INDIO, Calif. – A postponed country music festival amid a pandemic can’t stop and won’t stop Elizabeth Vargas from donning her cowboy hat, but now it’s for Stage-couch.

“Stagecoach brings people together with music in a way I don’t think any other festival has. It highlights the buddy system of people being friends, hanging out,” she said.


Vargas not only attends Stagecoach Country Music Festival at the polo grounds in Indio every year, but she also throws massive parties over the three-day-weekend at her home in the Madison Club, right across the street from the fest. Country music isn’t just in this Midwest gal’s DNA, but music of all kind. She’s the founder of Edge Music Network, a music video streaming service. Vargas loves music festivals, particularly this one.

The show will go on, sort of. Festival organizer Goldenvoice announced Stage-couch, a weekend full of live streaming performances, line dance lessons, and live interviews on Instagram, with artists that would have normally been performing at the festival. And Vargas fully plans to partake.

“They opened up the golf course. They’re not having any party but the energy is still here because we all planned on being out here for Stagecoach. A lot of us have agreed we’re all going to watch together the live stream. We’re all going to watch remotely but we’re going to be talking to each other,” she said.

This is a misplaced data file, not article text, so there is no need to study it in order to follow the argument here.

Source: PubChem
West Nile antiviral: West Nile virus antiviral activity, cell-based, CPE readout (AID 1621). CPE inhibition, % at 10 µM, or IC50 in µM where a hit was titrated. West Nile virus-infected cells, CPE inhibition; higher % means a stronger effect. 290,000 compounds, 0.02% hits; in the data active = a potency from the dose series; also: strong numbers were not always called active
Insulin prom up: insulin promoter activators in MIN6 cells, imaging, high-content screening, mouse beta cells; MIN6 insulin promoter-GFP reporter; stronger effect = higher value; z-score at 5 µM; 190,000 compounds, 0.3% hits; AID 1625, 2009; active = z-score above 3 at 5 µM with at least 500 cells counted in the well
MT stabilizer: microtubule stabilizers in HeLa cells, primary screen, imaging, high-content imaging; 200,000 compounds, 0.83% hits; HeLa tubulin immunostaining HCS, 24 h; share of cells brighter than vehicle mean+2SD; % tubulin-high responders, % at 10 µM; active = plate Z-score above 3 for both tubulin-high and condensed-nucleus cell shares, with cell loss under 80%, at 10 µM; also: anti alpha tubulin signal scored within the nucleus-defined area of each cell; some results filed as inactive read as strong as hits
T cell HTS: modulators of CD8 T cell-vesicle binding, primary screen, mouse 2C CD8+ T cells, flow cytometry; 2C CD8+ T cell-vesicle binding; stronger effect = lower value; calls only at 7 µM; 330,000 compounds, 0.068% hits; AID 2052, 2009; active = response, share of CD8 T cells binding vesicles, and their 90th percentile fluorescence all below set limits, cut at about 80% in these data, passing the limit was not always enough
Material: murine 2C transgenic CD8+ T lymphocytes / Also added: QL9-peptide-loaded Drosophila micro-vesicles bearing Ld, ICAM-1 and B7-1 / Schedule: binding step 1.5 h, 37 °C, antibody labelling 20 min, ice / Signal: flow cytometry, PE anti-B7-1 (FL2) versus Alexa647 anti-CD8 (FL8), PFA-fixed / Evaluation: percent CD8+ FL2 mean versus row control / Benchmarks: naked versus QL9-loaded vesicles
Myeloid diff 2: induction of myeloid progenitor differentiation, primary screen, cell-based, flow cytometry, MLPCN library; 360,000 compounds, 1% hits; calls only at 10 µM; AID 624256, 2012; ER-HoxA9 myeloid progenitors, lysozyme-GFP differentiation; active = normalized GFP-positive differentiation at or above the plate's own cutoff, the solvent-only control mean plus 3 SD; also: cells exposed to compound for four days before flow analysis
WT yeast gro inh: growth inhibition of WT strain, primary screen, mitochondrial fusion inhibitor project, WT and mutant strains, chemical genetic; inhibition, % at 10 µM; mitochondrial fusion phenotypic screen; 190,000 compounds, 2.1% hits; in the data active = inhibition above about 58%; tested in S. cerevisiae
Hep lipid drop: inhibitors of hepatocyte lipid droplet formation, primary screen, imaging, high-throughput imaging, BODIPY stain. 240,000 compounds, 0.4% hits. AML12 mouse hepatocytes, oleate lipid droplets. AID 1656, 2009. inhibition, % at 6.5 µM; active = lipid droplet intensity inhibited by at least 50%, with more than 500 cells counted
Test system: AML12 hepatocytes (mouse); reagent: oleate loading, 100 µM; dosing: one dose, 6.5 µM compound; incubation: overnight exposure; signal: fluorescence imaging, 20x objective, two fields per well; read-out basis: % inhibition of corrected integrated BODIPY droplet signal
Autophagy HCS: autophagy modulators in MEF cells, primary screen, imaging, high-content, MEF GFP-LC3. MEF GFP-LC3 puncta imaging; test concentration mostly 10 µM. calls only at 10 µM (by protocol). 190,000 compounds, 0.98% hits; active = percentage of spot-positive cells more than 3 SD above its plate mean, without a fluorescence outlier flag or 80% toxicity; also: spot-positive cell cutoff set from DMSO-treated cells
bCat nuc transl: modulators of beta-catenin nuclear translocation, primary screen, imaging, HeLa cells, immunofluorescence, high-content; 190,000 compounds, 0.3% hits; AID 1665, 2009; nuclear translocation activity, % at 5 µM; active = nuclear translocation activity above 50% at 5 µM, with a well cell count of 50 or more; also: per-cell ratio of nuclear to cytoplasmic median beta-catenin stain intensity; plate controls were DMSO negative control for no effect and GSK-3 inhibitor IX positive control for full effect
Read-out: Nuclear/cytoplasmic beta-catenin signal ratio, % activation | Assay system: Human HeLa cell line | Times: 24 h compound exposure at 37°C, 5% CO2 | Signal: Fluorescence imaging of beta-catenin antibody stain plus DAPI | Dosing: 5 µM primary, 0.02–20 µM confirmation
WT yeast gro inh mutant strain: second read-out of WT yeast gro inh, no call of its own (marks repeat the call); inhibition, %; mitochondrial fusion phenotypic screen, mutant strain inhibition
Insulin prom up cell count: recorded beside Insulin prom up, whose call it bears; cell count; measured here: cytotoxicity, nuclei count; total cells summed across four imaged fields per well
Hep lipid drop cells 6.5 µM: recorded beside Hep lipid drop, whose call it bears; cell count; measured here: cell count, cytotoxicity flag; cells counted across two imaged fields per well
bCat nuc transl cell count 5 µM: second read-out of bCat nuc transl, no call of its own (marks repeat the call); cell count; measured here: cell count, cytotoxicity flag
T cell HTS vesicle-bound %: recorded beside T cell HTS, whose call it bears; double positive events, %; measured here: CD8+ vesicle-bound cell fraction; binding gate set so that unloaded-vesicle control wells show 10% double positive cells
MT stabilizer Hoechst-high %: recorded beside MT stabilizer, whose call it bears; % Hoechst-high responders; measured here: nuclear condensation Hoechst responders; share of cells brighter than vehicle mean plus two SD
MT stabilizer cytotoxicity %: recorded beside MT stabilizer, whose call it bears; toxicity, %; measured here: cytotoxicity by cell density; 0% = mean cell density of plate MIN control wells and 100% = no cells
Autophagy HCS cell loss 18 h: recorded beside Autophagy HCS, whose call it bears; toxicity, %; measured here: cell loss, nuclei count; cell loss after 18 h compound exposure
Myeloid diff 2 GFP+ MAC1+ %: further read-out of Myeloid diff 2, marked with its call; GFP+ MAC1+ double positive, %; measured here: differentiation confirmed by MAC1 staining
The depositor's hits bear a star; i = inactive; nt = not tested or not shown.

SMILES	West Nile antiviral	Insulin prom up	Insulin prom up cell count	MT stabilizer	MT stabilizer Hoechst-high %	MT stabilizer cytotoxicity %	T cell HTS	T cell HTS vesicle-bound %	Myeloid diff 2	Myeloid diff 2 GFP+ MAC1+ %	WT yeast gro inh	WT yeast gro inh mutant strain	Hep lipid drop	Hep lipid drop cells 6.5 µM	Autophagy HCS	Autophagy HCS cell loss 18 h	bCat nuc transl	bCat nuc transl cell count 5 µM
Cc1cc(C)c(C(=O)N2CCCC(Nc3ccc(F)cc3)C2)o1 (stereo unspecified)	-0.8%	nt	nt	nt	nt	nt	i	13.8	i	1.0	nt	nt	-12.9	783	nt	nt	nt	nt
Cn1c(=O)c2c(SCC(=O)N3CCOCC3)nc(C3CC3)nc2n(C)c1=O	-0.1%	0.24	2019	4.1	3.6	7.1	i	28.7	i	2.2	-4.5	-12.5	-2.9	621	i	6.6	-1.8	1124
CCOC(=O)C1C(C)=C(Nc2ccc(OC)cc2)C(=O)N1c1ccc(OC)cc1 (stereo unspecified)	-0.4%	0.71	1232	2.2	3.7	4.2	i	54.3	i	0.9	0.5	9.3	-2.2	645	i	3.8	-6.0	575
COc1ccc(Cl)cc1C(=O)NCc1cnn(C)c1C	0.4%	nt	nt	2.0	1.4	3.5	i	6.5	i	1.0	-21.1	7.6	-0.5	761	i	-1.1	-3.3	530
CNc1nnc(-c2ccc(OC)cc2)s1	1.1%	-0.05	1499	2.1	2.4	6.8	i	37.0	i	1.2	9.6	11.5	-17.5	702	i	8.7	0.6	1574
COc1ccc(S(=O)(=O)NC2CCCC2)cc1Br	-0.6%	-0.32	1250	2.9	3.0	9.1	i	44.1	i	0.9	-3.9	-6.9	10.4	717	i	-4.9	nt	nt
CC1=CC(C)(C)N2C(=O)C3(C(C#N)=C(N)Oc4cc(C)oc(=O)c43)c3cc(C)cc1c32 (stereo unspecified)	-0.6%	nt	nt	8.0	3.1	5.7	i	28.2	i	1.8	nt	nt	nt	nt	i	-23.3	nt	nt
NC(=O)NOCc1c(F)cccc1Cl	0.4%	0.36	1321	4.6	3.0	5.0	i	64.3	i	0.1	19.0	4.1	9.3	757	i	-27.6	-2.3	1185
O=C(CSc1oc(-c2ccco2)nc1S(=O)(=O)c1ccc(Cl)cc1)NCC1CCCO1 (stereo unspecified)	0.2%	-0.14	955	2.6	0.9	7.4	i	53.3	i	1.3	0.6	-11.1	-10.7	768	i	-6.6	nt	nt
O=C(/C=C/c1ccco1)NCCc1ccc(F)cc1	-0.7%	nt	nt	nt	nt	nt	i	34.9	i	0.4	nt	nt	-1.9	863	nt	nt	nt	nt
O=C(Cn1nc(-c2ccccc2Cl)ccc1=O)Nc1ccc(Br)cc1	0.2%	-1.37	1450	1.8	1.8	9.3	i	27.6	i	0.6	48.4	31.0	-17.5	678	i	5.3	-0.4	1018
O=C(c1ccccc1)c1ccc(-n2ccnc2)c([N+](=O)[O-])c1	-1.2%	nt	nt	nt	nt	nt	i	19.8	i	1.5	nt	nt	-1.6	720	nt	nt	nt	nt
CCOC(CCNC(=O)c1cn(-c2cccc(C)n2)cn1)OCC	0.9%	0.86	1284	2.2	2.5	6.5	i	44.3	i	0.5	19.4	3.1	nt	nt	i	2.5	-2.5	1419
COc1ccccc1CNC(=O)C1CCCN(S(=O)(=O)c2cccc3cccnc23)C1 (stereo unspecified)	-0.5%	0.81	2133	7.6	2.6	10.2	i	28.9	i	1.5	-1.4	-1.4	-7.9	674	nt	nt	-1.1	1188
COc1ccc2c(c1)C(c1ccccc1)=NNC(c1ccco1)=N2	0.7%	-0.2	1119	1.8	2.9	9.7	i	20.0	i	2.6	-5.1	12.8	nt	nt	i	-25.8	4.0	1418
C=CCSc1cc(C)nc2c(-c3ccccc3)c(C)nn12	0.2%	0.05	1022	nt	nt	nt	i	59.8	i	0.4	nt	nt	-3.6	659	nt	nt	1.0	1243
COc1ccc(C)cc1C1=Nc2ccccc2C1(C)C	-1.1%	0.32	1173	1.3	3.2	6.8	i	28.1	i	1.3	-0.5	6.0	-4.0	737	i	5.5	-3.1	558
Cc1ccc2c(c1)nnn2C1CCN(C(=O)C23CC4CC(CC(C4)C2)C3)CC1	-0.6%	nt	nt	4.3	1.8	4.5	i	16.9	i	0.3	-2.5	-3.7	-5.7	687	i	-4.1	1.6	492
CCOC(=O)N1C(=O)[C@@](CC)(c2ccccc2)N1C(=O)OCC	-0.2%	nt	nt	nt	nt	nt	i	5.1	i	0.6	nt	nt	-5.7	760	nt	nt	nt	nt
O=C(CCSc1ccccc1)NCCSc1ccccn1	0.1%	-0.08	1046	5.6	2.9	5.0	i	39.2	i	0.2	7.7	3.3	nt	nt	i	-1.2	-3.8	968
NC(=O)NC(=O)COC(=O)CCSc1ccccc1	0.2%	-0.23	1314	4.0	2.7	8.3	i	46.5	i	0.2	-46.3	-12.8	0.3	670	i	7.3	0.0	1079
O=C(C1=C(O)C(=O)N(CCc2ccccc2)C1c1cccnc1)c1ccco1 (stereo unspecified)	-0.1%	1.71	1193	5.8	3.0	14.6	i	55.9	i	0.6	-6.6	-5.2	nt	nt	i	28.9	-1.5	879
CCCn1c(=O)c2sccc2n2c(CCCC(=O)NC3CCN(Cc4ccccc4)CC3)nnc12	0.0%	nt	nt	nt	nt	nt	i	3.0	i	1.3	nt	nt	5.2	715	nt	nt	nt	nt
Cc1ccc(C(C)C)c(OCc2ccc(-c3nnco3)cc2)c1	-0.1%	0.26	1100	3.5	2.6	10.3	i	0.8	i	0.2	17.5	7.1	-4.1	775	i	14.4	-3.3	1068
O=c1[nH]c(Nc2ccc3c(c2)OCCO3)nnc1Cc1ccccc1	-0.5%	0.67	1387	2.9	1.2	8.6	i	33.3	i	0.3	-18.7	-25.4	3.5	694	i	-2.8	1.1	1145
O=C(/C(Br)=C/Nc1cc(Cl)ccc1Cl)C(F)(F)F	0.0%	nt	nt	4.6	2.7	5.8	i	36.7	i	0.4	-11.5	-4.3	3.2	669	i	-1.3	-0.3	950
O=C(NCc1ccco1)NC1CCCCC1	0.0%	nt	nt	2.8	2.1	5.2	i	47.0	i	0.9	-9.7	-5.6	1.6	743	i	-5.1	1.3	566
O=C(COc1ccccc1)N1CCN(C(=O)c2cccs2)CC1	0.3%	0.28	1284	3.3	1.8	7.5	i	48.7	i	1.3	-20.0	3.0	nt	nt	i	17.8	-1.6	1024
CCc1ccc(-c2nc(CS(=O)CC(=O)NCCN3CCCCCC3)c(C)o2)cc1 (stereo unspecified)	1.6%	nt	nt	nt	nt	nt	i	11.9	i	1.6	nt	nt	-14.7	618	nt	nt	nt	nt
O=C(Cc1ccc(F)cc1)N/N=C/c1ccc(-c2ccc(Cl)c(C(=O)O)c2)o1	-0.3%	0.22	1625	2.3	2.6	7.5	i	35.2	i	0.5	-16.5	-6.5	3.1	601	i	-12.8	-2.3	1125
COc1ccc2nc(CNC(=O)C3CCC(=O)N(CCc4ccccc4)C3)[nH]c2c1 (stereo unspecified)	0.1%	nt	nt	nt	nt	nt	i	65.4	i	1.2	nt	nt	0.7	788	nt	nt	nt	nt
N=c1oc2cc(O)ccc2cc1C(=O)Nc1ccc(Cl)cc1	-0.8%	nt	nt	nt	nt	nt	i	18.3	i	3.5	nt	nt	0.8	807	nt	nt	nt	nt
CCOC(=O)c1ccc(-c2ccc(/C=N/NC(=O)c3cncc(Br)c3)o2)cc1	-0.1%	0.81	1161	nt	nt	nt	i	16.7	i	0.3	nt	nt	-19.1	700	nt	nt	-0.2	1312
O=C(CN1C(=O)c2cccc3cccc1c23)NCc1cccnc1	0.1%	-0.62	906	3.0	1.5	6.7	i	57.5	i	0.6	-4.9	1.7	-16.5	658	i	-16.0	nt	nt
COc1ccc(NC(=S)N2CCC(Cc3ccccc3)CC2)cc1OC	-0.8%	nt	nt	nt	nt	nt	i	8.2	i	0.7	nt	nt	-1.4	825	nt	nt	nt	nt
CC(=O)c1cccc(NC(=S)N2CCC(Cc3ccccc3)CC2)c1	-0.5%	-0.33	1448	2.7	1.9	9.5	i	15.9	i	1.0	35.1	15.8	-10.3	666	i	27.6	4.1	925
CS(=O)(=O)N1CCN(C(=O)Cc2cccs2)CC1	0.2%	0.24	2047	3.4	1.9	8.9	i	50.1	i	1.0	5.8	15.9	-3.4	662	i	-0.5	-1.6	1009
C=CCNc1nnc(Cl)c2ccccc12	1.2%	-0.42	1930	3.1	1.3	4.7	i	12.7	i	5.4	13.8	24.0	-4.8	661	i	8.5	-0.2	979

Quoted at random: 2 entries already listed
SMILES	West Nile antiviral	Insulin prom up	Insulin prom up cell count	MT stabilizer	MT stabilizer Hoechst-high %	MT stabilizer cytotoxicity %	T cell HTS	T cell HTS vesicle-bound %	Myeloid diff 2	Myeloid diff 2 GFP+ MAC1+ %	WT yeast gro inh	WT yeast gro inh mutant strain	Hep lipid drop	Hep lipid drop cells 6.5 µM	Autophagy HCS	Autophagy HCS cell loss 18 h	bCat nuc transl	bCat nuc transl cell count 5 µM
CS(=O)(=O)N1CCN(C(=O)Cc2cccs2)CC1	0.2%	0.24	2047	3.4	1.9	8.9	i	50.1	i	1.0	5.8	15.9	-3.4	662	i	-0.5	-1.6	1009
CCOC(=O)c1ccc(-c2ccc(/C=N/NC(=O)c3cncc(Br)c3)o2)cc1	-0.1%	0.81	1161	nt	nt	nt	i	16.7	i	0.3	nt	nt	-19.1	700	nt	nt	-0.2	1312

Being so deeply immersed in the music industry, Vargas aptly looks ahead to what’s next after the pandemic.

“What shot are they going to have to take before they get to go? People are still going to go to concerts, it’s going to take a couple years to bounce back,” she said.




Vargas says it’s the togetherness of music she misses most.

“Sitting here at my house doing nothing I realize what really matters to me and that is being together with friends. Being able to go to shows, having a cocktail. Forget my party, we’re just missing each other,” she said.

Until they can be reunited, she’ will get her country music fix from her couch.